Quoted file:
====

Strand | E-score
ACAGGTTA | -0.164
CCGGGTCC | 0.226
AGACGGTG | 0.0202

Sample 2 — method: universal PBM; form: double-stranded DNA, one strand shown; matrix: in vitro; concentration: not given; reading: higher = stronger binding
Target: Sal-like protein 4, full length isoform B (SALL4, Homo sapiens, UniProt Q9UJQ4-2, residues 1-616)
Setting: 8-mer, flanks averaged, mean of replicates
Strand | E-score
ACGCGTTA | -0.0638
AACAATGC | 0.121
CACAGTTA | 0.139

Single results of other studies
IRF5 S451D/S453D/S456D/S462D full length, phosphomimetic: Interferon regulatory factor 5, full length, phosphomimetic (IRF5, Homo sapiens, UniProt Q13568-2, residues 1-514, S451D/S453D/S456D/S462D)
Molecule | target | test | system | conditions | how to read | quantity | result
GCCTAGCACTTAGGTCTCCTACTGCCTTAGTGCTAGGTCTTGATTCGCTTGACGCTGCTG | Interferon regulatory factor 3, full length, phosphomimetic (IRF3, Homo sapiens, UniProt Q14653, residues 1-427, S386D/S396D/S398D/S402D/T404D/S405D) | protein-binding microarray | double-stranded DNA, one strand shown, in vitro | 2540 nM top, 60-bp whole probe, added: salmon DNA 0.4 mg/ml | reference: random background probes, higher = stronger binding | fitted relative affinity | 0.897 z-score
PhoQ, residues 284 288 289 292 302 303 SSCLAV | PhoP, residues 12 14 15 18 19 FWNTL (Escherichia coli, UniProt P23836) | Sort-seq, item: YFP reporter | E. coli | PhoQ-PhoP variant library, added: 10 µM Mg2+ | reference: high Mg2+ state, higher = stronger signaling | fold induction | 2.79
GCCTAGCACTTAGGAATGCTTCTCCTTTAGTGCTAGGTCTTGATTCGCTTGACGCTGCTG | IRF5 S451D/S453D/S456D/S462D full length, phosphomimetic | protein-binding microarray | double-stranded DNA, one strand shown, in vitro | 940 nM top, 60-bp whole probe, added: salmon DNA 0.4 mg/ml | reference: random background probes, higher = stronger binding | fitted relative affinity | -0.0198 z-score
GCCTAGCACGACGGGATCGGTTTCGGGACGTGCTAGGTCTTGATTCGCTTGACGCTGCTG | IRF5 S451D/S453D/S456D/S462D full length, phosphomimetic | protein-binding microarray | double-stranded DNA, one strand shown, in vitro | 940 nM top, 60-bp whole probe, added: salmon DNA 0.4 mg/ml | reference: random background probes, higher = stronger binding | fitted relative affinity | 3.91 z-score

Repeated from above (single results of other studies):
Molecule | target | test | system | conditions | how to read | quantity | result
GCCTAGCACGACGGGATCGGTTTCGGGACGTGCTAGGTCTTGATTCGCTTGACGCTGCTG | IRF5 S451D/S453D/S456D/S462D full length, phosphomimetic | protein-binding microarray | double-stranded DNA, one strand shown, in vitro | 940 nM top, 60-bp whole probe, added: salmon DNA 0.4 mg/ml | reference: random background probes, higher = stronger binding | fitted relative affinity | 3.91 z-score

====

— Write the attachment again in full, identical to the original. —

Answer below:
Strand | E-score
ACAGGTTA | -0.164
CCGGGTCC | 0.226
AGACGGTG | 0.0202

Sample 2 — method: universal PBM; form: double-stranded DNA, one strand shown; matrix: in vitro; concentration: not given; reading: higher = stronger binding
Target: Sal-like protein 4, full length isoform B (SALL4, Homo sapiens, UniProt Q9UJQ4-2, residues 1-616)
Setting: 8-mer, flanks averaged, mean of replicates
Strand | E-score
ACGCGTTA | -0.0638
AACAATGC | 0.121
CACAGTTA | 0.139

Single results of other studies
IRF5 S451D/S453D/S456D/S462D full length, phosphomimetic: Interferon regulatory factor 5, full length, phosphomimetic (IRF5, Homo sapiens, UniProt Q13568-2, residues 1-514, S451D/S453D/S456D/S462D)
Molecule | target | test | system | conditions | how to read | quantity | result
GCCTAGCACTTAGGTCTCCTACTGCCTTAGTGCTAGGTCTTGATTCGCTTGACGCTGCTG | Interferon regulatory factor 3, full length, phosphomimetic (IRF3, Homo sapiens, UniProt Q14653, residues 1-427, S386D/S396D/S398D/S402D/T404D/S405D) | protein-binding microarray | double-stranded DNA, one strand shown, in vitro | 2540 nM top, 60-bp whole probe, added: salmon DNA 0.4 mg/ml | reference: random background probes, higher = stronger binding | fitted relative affinity | 0.897 z-score
PhoQ, residues 284 288 289 292 302 303 SSCLAV | PhoP, residues 12 14 15 18 19 FWNTL (Escherichia coli, UniProt P23836) | Sort-seq, item: YFP reporter | E. coli | PhoQ-PhoP variant library, added: 10 µM Mg2+ | reference: high Mg2+ state, higher = stronger signaling | fold induction | 2.79
GCCTAGCACTTAGGAATGCTTCTCCTTTAGTGCTAGGTCTTGATTCGCTTGACGCTGCTG | IRF5 S451D/S453D/S456D/S462D full length, phosphomimetic | protein-binding microarray | double-stranded DNA, one strand shown, in vitro | 940 nM top, 60-bp whole probe, added: salmon DNA 0.4 mg/ml | reference: random background probes, higher = stronger binding | fitted relative affinity | -0.0198 z-score
GCCTAGCACGACGGGATCGGTTTCGGGACGTGCTAGGTCTTGATTCGCTTGACGCTGCTG | IRF5 S451D/S453D/S456D/S462D full length, phosphomimetic | protein-binding microarray | double-stranded DNA, one strand shown, in vitro | 940 nM top, 60-bp whole probe, added: salmon DNA 0.4 mg/ml | reference: random background probes, higher = stronger binding | fitted relative affinity | 3.91 z-score

Repeated from above (single results of other studies):
Molecule | target | test | system | conditions | how to read | quantity | result
GCCTAGCACGACGGGATCGGTTTCGGGACGTGCTAGGTCTTGATTCGCTTGACGCTGCTG | IRF5 S451D/S453D/S456D/S462D full length, phosphomimetic | protein-binding microarray | double-stranded DNA, one strand shown, in vitro | 940 nM top, 60-bp whole probe, added: salmon DNA 0.4 mg/ml | reference: random background probes, higher = stronger binding | fitted relative affinity | 3.91 z-score